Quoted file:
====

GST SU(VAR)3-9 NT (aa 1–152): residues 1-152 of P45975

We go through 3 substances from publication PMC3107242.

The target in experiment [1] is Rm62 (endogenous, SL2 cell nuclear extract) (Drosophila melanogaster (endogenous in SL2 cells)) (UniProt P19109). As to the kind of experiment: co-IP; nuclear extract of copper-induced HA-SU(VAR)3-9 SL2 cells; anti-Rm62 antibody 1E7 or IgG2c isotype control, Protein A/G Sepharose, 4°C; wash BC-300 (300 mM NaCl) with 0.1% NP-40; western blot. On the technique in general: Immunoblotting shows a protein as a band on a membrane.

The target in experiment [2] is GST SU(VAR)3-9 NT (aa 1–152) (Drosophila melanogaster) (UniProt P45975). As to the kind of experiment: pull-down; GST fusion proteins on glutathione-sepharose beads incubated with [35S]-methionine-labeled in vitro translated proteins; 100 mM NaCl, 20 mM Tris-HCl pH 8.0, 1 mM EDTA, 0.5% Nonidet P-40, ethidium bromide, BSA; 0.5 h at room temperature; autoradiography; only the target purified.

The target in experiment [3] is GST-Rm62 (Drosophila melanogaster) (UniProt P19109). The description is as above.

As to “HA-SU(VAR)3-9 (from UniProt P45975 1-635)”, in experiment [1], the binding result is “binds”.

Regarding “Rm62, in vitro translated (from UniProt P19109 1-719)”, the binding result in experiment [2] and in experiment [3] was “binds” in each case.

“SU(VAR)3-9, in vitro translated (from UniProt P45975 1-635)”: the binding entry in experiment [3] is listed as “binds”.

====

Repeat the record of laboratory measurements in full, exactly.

GST SU(VAR)3-9 NT (aa 1–152): residues 1-152 of P45975

We go through 3 substances from publication PMC3107242.

The target in experiment [1] is Rm62 (endogenous, SL2 cell nuclear extract) (Drosophila melanogaster (endogenous in SL2 cells)) (UniProt P19109). As to the kind of experiment: co-IP; nuclear extract of copper-induced HA-SU(VAR)3-9 SL2 cells; anti-Rm62 antibody 1E7 or IgG2c isotype control, Protein A/G Sepharose, 4°C; wash BC-300 (300 mM NaCl) with 0.1% NP-40; western blot. On the technique in general: Immunoblotting shows a protein as a band on a membrane.

The target in experiment [2] is GST SU(VAR)3-9 NT (aa 1–152) (Drosophila melanogaster) (UniProt P45975). As to the kind of experiment: pull-down; GST fusion proteins on glutathione-sepharose beads incubated with [35S]-methionine-labeled in vitro translated proteins; 100 mM NaCl, 20 mM Tris-HCl pH 8.0, 1 mM EDTA, 0.5% Nonidet P-40, ethidium bromide, BSA; 0.5 h at room temperature; autoradiography; only the target purified.

The target in experiment [3] is GST-Rm62 (Drosophila melanogaster) (UniProt P19109). The description is as above.

As to “HA-SU(VAR)3-9 (from UniProt P45975 1-635)”, in experiment [1], the binding result is “binds”.

Regarding “Rm62, in vitro translated (from UniProt P19109 1-719)”, the binding result in experiment [2] and in experiment [3] was “binds” in each case.

“SU(VAR)3-9, in vitro translated (from UniProt P45975 1-635)”: the binding entry in experiment [3] is listed as “binds”.